Tuesday, February 22, 2011

TechLab 2000 - Modular Technology

By Paul Malone
Retired technology education teacher
Liverpool CSD
TechLab2000 was one of the first canned programs designed to help deliver the new 7th & 8th grade Technology Education curriculum and syllabus adopted by the New York State Board of Regents in the late 1980’s. Activities were designed to help students learn concepts and achieve learning objectives as stated in the NYS syllabus. Students developed critical problem-solving skills, improved their ability to work in teams and understood how multiple 
disciplines could be integrated to explore, understand and resolve complex problems. Many other types of canned programs were soon developed and adopted after the introduction of this Creative Learning Systems' –TechLab 2000. Liverpool Central School District was able to win a NY State Legislator’s grant to help purchase a CLS program package thanks to the efforts of Tom LaClair and John Cooper. 

TechLab 2000 is an integrated system of furniture, hardware, software, curriculum, 
technology-based learning tools, resources and supplies. It consisted of a series of self- 
directed, modular activities for students to experiment and explore the world of technology. Some of the activities included model building with LEGOS and Capsela; structure building with Buckminster Fuller’s tensegrity geodesic dome ideas; pneumatic and electric power systems. Computer related activities helped students learn how to communicate better in the new age of information: including desktop publishing, and CAD; These activities were designed to be completed on a unique island type laboratory system featuring modeling stations, computer consoles and energy/technology platforms.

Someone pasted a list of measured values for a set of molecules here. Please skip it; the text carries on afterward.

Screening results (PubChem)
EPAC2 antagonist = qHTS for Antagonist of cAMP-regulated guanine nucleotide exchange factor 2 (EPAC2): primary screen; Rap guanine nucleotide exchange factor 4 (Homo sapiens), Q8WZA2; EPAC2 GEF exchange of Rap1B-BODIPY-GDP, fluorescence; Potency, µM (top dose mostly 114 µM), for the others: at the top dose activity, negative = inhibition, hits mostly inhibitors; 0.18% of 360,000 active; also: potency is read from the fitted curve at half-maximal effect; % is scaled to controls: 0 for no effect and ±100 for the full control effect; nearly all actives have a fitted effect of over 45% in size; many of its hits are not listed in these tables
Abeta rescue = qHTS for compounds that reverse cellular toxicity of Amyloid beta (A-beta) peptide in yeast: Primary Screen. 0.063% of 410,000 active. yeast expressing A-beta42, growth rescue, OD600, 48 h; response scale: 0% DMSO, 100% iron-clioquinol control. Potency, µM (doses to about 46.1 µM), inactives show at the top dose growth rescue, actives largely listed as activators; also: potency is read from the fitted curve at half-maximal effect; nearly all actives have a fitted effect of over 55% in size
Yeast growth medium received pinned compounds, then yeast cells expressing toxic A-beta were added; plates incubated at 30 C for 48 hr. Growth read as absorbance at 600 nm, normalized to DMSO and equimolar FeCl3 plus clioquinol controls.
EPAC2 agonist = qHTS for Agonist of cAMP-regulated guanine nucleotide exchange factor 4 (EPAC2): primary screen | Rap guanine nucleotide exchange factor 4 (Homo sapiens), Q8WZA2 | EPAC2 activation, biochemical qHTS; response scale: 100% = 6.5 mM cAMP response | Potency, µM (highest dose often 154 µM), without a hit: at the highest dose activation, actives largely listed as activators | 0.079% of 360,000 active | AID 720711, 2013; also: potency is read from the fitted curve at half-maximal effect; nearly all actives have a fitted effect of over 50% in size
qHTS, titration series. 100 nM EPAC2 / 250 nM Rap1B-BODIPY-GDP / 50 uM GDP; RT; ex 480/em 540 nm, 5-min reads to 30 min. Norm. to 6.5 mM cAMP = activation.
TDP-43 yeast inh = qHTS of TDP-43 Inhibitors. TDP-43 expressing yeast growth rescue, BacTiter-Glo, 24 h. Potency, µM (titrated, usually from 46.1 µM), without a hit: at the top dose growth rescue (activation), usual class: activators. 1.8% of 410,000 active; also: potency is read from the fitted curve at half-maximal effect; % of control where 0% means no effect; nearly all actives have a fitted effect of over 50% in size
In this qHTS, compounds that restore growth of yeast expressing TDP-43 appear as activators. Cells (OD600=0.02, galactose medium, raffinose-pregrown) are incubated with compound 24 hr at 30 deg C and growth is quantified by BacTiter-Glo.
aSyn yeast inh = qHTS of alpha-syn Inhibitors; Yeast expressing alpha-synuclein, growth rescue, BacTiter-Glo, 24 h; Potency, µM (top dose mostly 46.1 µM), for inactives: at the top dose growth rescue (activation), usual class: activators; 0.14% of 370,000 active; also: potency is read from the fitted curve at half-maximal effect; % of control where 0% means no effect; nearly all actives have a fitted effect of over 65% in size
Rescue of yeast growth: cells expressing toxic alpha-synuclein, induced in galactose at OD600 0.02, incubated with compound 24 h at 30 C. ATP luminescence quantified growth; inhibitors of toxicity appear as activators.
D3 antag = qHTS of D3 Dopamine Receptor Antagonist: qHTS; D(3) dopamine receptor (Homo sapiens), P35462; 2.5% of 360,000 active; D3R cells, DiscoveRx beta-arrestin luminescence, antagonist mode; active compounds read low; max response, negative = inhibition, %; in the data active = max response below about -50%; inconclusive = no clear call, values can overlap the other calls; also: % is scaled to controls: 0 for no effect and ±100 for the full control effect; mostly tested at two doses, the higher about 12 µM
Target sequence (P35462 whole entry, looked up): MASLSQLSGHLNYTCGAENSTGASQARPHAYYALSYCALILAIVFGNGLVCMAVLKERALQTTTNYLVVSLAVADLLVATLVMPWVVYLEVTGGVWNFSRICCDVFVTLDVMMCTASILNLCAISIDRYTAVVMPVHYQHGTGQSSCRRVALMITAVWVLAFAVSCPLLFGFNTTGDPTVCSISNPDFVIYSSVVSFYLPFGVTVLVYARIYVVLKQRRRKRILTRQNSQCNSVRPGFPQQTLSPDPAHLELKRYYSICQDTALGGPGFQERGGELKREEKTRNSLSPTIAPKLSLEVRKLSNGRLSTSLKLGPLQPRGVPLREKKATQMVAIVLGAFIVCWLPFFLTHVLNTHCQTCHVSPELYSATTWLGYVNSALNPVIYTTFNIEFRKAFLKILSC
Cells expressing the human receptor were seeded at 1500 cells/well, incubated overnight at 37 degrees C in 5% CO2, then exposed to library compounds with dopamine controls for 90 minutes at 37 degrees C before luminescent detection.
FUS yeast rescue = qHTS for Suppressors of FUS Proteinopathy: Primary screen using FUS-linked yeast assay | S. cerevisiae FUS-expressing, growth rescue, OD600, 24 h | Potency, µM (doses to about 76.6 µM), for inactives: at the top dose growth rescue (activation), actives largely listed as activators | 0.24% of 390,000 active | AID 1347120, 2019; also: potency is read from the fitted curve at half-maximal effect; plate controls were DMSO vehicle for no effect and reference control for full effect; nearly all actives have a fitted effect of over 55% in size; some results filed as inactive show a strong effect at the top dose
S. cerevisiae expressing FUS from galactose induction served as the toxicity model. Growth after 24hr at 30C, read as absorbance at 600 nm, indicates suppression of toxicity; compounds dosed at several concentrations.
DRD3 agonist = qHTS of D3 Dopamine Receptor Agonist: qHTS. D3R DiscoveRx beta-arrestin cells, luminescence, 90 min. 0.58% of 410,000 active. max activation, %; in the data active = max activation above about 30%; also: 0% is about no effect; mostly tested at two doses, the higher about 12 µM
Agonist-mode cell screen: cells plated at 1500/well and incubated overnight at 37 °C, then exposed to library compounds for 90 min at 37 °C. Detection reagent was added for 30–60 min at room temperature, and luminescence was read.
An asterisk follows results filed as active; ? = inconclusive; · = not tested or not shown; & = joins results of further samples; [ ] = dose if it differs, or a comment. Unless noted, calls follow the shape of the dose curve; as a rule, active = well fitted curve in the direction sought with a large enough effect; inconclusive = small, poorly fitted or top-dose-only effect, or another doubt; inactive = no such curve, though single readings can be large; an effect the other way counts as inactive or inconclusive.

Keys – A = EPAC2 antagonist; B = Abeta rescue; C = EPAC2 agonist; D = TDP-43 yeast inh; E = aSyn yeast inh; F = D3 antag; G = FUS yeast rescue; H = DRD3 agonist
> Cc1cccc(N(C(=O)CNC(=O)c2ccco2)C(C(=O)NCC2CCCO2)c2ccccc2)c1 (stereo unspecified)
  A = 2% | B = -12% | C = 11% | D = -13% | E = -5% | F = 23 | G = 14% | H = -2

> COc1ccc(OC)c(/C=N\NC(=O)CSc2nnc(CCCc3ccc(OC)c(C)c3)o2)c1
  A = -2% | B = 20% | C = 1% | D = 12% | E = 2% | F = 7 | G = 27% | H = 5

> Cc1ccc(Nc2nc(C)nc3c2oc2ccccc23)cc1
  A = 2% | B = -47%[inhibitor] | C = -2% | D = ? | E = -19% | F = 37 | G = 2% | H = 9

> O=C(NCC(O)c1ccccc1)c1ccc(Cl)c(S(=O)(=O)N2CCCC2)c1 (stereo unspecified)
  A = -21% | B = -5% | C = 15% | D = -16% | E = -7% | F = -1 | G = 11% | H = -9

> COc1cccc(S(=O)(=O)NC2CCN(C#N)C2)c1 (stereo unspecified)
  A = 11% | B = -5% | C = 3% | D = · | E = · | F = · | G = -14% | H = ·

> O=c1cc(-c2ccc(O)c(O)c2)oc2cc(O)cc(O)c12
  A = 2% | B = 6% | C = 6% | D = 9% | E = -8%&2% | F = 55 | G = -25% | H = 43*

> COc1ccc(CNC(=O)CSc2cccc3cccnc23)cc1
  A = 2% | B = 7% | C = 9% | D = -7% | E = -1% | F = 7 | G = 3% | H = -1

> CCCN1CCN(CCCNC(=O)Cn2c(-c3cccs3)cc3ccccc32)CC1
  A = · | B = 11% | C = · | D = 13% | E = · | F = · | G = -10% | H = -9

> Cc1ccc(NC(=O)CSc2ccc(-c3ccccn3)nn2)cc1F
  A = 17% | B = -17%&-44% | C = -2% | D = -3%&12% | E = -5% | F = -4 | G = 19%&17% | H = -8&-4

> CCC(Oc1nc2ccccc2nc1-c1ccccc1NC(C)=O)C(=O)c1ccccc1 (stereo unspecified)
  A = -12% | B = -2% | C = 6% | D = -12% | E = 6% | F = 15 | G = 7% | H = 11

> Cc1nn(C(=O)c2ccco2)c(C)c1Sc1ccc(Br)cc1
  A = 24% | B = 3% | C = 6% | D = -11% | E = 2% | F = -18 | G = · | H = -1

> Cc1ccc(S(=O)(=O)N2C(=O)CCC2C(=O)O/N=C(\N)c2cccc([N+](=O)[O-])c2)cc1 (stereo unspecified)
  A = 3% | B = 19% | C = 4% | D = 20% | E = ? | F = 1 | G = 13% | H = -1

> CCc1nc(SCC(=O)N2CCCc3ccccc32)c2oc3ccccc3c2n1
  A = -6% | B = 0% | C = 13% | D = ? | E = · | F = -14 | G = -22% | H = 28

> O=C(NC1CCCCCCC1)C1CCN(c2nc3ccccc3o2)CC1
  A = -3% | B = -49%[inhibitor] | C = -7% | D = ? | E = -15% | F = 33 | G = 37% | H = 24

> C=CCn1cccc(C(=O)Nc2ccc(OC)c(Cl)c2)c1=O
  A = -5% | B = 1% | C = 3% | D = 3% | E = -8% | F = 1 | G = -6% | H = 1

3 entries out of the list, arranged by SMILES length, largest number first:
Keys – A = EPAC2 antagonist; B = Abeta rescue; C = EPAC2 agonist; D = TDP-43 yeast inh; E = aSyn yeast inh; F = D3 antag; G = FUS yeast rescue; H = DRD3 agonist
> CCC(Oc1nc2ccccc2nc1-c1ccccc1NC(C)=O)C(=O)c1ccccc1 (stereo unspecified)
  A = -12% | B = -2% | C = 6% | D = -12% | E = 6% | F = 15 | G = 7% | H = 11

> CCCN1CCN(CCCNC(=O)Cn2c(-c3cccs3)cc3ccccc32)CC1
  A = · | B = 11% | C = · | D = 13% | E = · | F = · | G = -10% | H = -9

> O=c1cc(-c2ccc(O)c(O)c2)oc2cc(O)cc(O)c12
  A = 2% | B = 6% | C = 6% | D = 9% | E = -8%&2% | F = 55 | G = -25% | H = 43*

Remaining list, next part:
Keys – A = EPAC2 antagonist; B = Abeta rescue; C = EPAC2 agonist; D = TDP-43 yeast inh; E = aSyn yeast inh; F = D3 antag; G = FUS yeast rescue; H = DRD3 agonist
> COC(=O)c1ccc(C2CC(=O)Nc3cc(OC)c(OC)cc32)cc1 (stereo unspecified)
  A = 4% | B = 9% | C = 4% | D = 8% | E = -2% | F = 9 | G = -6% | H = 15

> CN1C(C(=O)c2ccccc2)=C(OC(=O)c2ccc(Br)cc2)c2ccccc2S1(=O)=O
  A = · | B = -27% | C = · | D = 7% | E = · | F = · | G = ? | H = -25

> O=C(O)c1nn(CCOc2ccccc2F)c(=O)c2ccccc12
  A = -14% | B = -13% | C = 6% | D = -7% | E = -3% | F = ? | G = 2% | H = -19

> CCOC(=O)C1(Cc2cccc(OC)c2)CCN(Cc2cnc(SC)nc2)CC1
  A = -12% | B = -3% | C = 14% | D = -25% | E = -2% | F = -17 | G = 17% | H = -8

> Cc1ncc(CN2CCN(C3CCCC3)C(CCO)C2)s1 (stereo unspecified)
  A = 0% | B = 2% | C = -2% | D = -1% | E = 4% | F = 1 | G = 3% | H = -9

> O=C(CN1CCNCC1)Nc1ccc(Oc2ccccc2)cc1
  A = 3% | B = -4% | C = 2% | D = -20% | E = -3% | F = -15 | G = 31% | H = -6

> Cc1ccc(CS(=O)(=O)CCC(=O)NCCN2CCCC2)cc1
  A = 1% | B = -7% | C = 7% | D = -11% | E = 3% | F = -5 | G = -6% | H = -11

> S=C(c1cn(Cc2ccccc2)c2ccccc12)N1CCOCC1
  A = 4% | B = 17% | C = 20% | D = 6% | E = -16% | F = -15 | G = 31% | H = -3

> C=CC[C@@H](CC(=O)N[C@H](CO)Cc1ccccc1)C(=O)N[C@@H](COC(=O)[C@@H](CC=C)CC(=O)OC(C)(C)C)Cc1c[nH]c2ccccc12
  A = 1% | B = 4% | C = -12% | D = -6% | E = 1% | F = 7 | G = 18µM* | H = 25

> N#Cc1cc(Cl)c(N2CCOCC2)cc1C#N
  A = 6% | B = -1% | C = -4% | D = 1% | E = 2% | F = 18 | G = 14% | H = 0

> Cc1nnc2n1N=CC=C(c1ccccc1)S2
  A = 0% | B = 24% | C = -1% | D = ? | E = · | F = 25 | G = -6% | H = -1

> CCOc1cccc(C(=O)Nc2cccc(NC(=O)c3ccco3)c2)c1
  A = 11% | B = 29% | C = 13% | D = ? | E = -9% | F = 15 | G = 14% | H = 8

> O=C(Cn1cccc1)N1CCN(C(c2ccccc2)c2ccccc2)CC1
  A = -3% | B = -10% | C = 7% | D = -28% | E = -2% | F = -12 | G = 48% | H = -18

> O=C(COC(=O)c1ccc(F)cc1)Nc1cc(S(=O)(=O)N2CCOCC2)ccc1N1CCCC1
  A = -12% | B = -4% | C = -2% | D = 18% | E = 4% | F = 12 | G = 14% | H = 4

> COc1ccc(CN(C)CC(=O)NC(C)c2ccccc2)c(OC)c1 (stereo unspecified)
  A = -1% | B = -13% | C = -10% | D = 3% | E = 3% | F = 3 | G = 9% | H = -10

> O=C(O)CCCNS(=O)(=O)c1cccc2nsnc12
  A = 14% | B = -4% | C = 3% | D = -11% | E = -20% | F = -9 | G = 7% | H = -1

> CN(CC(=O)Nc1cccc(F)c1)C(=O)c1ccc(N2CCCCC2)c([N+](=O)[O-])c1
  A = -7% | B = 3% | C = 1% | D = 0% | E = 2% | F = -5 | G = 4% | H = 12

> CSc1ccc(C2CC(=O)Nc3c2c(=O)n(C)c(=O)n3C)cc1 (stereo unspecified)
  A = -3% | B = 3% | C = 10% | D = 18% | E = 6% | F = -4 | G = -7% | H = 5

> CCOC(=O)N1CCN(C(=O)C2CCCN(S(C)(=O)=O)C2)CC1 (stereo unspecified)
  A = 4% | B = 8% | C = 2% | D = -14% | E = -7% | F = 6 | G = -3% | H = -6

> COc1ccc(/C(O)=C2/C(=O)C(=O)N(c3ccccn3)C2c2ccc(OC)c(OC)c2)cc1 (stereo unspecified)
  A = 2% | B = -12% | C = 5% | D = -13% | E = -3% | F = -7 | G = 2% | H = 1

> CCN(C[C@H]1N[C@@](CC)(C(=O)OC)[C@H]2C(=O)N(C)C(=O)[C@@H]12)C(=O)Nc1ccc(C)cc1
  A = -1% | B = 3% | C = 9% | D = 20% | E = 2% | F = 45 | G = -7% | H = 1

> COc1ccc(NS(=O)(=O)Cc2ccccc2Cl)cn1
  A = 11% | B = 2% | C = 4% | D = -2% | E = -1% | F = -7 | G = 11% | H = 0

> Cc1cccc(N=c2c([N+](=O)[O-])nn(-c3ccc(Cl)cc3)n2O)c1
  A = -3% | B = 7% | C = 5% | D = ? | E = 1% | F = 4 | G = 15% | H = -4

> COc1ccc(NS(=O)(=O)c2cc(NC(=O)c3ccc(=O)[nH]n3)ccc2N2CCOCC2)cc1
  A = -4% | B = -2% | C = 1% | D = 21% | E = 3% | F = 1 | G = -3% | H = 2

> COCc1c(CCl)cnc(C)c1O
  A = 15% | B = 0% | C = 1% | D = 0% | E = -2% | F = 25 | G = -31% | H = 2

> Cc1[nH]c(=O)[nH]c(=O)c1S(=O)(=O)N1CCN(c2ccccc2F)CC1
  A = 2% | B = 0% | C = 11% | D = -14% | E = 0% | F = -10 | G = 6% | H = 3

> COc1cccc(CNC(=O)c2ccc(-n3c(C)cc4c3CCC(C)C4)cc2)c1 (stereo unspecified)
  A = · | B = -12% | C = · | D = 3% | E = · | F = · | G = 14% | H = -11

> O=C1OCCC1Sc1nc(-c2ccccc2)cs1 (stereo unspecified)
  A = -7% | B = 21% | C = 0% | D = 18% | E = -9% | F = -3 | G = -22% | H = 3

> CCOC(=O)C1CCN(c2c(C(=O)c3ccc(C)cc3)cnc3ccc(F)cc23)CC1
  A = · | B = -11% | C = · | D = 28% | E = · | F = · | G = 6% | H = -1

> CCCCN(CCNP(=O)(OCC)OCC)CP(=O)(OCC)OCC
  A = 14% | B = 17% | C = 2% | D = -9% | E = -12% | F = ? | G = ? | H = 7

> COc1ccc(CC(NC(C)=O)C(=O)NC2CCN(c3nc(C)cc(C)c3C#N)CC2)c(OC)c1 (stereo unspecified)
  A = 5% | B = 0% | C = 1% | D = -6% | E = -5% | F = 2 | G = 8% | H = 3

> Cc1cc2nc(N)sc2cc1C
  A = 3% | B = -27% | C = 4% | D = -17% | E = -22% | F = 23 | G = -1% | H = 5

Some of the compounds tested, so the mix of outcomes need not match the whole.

Most casual observers remarked how different and state-of-the-art the techlabs looked as students were all focused and busy on many multiple activities all at the same time! Teams of 2 students each completed these activities. Students and their required activities were tracked through a computer program. Students studied several types of activities with a variety of student partners. Advanced, synergistic activities required students with a variety of expertise and skill levels to problem solve a design challenge, and to develop a well thought out solution, and then present findings to the class. In the early 21st century, TechLab 2000 and it's curriculum easily aligned with State and National learning standards. 

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